Origins of the Honda VFR750F
So poor was the V4 engine’s image in the mid-eighties that Honda was on the verge of abandoning it. The firm’s reputation for solid reliability was in tatters following a bungled response to problems that had emerged with its VF750F sports bike that was part of a complete range of sophisticated liquid-cooled 16-valve V4s. Camshaft bearings and lobes had been wearing prematurely but Honda failed to solve quickly what was basically a simple production issue. Yet the V4 range offered impressive performance (at a price) and reflected Honda’s dominance in road racing: Joey Dunlop had been the owner of the Formula 1 title for three years, but this wasn’t enough to compensate for the contempt that the public had for the V4 engine. The UK and Germany were lone voices fighting for the V4’s reputation. Honda UK’S Roger Etcell was sales manager at the time: “In 1985 we had an all-day R&D meeting in Germany and the V4 debate took us late into the night when only myself for the UK and a colleague from Honda Germany wanted the V4 to continue! The R&D people were ready to give up and focus on a new range of inline fours: the CBR600 and CBR1000F, while other countries (including North America) were happy to see the back of the V4! My point was that the V4 concept was right and that R&D knew what was wrong and the best way to redress the negative PR was to produce something 110% better. In the end R&D went away to design something special alongside the new inline models.” The result was revealed at a press conference during the Bol d’or 24-hour race in September 1985 when an all-new 750cc V4 was unveiled, the VFR750F. The bike was completely redesigned in every way except for its V4 layout. Most obvious change was the use of a light alloy beam frame and a much more compact appearance. But firing up the engine revealed more significant changes had been made by Honda’s engineers: it sounded more melodic with a mechanical ring to the engine. Power was up and weight down. And true to its long-term strategy, Honda was offering a good allrounder, a sports bike that reflected its strengths in endurance racing. None of the reliability problems were officially mentioned at the press launch of the VFR750F at Jerez in southern Spain in the following February of 1986. But it was an important machine for Honda, as explained by Isamu Goto, who was managing director of Honda R&D: “We do not think that the racer replica is the proper approach to the super sports motorcycle. The aim is not simply to go as fast as possible, as it is with a racing machine; as important are elements such as the comfort of the riding position, ease of use, and the facility with which the rider comes to feel at home.” The most important feature of the engine’s design was that it used gear-driven camshafts – providing that novel sound – as introduced on the VF1000R two years earlier. Honda claimed that with the use of gears, by using two sets of idlers in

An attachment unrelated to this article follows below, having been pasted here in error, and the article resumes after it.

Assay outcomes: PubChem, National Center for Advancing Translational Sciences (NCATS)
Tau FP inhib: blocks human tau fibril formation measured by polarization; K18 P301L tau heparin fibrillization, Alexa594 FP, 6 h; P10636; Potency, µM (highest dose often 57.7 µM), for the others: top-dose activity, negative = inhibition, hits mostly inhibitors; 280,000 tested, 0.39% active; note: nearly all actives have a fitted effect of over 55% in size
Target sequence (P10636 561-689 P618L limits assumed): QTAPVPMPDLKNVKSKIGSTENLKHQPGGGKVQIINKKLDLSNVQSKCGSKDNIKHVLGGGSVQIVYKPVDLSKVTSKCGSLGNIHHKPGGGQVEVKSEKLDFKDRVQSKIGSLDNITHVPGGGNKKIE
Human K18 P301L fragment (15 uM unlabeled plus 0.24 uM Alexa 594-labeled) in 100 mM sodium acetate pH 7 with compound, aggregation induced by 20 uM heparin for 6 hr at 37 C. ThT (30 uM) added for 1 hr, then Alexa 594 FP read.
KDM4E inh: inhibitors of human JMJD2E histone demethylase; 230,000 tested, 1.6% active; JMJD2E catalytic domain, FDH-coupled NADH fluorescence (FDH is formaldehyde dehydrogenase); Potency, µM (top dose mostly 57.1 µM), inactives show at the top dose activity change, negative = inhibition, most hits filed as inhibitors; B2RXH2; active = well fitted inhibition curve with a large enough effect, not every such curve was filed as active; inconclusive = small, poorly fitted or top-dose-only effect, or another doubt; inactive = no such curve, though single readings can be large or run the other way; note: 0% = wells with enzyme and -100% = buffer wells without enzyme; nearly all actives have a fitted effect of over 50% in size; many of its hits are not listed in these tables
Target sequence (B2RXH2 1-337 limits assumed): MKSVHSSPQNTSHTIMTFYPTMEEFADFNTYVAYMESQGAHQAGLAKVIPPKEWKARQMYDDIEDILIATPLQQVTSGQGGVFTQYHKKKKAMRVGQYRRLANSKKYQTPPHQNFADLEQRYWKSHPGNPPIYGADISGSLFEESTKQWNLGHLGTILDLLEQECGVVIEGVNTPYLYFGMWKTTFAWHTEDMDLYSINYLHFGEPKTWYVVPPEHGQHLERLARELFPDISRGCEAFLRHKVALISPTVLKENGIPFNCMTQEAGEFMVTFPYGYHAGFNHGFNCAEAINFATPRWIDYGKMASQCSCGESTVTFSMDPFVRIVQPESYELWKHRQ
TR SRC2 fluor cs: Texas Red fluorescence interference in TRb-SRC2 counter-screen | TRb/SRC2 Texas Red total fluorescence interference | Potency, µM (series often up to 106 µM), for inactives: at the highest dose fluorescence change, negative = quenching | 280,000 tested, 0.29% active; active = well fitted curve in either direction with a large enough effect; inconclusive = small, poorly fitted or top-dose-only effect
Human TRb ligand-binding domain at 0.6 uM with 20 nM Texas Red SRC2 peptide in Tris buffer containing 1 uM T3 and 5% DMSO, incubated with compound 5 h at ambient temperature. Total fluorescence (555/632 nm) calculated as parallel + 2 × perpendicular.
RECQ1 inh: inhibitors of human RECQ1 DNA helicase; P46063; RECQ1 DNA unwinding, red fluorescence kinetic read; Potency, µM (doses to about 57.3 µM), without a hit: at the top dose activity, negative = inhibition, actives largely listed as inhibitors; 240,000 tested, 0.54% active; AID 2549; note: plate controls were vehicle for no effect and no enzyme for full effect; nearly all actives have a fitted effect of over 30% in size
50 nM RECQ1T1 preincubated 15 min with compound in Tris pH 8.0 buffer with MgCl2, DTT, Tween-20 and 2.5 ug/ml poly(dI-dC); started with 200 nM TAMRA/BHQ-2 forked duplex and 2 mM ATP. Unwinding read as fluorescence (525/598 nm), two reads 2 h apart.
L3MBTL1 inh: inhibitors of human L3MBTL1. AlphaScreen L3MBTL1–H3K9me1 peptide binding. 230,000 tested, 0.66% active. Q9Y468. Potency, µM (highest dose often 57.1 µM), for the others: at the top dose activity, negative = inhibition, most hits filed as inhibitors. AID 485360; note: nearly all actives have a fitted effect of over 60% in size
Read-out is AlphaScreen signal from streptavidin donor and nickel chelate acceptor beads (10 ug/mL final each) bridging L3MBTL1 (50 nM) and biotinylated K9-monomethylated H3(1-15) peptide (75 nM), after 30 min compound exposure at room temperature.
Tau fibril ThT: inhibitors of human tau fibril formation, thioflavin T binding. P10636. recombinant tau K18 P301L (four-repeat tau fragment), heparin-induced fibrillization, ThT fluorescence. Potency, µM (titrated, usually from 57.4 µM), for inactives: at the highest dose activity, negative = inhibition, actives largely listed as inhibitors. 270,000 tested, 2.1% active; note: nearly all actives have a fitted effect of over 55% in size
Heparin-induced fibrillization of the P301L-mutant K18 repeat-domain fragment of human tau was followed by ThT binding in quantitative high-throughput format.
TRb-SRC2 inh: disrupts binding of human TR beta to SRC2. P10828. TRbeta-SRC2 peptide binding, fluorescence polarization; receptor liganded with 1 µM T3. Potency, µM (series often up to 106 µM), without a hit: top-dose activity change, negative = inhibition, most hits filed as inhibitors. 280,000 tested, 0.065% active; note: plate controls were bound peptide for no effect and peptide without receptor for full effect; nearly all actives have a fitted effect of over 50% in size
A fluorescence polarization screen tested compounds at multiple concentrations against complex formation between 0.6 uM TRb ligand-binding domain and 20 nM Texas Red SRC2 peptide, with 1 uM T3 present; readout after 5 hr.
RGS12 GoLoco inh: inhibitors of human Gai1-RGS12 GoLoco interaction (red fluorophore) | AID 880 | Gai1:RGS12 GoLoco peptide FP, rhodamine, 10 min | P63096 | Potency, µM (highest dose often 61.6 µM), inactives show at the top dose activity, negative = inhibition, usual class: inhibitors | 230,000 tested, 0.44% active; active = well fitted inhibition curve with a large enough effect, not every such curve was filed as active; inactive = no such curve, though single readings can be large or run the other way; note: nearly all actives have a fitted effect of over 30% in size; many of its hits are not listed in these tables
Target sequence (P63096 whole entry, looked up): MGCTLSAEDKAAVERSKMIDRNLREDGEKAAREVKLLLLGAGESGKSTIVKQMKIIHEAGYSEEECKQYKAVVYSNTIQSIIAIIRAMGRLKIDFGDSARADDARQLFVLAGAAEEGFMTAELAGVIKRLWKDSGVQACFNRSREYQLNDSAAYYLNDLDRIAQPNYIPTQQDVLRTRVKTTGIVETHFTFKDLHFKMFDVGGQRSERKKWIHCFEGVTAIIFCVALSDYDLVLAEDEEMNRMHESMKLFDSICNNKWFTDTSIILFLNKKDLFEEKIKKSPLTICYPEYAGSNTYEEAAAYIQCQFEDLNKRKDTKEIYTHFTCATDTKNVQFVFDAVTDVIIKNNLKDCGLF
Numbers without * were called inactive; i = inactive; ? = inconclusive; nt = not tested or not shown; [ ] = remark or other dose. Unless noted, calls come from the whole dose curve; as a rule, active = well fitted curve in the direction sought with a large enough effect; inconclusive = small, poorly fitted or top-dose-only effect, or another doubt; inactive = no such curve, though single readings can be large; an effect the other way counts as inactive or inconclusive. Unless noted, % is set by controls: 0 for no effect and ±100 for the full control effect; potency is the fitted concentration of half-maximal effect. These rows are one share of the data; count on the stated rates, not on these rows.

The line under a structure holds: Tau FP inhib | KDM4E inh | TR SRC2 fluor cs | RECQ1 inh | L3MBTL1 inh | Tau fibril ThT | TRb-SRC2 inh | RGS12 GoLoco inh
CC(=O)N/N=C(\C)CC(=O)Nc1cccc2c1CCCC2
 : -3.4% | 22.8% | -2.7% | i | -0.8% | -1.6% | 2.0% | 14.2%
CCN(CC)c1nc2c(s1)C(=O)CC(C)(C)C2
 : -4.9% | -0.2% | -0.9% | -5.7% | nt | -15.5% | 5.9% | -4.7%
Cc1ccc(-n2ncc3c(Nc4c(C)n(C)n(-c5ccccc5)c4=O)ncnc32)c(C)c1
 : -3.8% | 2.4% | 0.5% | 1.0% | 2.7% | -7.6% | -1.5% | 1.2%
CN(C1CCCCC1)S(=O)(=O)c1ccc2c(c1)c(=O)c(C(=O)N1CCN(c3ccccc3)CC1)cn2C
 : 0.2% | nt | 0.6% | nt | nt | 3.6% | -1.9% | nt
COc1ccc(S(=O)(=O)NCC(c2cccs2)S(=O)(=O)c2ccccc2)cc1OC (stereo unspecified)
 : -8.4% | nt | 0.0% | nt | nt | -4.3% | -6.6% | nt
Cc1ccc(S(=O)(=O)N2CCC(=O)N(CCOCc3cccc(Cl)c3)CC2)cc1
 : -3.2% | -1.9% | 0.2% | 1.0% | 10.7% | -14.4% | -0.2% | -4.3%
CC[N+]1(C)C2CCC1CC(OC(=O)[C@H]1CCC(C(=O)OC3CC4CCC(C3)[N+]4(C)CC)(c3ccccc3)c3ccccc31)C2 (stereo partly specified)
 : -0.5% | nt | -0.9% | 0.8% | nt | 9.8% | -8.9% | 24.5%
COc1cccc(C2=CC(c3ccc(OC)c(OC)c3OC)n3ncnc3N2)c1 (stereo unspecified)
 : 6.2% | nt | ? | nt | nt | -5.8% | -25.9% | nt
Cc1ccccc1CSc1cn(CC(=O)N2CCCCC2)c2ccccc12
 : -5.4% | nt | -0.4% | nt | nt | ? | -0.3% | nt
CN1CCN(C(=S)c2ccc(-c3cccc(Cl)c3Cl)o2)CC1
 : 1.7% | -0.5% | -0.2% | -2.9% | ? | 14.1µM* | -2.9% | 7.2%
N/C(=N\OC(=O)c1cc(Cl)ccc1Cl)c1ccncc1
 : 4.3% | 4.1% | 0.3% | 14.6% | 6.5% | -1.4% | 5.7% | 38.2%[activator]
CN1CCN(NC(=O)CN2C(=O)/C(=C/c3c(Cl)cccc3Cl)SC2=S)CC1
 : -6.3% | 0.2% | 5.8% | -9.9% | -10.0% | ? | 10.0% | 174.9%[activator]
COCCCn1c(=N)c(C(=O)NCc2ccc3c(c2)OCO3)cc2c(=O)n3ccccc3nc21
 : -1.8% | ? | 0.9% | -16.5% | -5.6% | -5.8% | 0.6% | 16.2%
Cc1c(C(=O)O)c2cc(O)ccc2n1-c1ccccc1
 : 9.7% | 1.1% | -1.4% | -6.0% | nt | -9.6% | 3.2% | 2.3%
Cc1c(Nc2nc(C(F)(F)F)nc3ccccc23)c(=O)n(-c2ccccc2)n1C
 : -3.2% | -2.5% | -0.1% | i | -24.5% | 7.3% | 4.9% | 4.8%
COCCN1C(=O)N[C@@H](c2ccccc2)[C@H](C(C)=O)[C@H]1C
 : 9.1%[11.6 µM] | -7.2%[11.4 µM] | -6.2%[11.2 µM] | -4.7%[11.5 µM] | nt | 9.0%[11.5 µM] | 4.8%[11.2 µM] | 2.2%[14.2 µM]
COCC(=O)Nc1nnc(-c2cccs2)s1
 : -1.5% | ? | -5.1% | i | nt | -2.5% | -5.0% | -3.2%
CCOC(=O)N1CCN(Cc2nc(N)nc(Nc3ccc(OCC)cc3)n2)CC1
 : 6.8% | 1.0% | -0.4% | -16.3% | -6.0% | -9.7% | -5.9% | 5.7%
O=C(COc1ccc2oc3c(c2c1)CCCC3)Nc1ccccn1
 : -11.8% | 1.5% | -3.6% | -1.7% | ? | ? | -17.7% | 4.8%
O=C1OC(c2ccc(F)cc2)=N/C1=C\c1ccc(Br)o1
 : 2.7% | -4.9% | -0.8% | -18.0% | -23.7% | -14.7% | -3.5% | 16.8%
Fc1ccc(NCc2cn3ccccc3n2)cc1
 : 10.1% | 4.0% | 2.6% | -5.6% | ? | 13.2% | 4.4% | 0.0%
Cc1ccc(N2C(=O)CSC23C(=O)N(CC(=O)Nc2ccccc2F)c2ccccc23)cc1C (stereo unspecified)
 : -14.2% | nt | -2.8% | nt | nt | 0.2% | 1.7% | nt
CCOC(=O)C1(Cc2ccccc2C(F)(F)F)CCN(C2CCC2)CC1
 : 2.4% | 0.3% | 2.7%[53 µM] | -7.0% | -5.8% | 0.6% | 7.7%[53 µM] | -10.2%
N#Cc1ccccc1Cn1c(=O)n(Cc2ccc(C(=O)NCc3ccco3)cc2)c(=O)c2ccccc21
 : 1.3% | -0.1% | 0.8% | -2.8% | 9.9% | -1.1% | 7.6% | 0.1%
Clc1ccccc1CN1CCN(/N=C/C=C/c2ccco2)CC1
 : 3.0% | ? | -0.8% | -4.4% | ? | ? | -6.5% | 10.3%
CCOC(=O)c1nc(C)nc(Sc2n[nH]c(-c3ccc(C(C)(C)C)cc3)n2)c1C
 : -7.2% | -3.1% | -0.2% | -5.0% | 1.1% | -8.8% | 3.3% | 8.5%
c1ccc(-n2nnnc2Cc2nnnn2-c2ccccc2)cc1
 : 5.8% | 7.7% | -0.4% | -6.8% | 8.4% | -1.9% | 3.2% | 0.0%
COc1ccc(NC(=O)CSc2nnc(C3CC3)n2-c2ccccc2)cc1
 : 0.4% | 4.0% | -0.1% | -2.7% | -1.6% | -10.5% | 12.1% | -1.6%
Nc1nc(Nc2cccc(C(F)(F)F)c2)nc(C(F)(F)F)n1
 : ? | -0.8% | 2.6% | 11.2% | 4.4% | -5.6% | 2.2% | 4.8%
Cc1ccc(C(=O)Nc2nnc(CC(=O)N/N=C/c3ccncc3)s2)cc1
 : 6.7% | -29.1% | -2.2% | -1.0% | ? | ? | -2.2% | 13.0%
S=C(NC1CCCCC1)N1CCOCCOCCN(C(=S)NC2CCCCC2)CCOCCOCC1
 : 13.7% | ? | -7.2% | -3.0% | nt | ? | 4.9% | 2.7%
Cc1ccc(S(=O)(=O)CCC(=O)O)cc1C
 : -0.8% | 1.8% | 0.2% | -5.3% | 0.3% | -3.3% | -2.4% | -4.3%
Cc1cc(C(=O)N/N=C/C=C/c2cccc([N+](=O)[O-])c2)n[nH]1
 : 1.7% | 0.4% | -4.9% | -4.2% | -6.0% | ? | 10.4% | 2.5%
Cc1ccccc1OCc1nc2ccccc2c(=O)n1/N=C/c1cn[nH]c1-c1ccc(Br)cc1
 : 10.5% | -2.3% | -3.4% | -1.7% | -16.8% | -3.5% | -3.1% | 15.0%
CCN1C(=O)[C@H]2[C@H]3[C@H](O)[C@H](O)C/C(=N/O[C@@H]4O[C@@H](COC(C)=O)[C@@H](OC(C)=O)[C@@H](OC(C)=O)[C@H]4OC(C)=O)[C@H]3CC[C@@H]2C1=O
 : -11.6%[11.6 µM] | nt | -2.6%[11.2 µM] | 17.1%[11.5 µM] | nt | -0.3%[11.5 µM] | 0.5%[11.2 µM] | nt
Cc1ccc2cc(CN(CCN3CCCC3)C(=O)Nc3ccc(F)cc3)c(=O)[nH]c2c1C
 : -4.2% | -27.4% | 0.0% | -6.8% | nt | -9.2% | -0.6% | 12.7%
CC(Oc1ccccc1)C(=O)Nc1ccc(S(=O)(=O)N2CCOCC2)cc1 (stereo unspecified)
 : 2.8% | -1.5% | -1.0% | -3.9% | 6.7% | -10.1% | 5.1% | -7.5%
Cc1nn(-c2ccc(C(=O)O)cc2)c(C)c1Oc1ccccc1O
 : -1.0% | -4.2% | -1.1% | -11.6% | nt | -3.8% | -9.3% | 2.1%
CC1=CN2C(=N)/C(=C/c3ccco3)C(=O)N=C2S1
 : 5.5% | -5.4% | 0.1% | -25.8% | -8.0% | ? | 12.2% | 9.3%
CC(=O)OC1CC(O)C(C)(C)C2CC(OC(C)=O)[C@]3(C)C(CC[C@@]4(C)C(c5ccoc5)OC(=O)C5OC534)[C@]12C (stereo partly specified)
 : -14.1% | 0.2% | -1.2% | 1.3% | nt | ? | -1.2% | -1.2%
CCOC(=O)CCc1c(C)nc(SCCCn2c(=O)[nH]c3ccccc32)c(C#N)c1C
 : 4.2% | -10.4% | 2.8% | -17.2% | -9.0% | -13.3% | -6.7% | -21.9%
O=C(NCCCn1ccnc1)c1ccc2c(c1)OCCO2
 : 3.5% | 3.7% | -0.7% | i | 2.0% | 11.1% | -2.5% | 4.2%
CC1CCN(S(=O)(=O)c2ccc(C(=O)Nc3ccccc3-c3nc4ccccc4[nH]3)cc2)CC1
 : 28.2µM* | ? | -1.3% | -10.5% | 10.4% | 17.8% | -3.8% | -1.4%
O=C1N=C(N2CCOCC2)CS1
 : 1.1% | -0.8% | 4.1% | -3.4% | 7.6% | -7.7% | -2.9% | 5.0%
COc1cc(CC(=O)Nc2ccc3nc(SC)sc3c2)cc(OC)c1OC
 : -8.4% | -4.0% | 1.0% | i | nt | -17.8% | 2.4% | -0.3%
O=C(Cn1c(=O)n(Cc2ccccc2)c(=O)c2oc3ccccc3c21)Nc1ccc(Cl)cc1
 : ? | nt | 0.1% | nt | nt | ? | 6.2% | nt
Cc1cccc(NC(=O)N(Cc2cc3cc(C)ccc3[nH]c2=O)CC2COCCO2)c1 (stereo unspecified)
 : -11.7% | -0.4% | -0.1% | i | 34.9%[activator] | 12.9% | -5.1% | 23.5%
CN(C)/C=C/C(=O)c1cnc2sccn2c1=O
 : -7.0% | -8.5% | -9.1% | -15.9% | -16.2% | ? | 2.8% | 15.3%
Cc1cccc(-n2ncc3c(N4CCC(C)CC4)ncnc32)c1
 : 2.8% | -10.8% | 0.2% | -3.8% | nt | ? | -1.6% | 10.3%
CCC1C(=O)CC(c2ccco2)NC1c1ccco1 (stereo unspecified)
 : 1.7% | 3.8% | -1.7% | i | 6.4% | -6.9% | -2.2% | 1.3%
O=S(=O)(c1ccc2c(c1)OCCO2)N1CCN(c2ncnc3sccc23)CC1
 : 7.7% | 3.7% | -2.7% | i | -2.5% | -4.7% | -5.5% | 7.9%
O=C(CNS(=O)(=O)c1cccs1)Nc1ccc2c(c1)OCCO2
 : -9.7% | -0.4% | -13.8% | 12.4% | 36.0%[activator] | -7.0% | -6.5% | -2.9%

each cylinder bank taking drive direct from the centre of the crankshaft, friction losses were cut by almost a third. Power was raised to a claimed 104bhp at 10,500rpm (up by around 15bhp) by improved exhaust scavenging and a less-restricted intake system. Exhaust scavenging, and the engine’s sound, was improved by changing the crankshaft from 360º to a new layout with opposed crank pins (180º) providing even firing intervals and smoother exhaust flow. The VFR750F’S beam-style frame weighed much less than the VF750F’S, yet was 50% stiffer. Dry weight of the machine was 199kg. The original VFR750F was an important turning point in Honda’s fortunes. It was an acknowledgement that even Honda could make mistakes, and deal with them.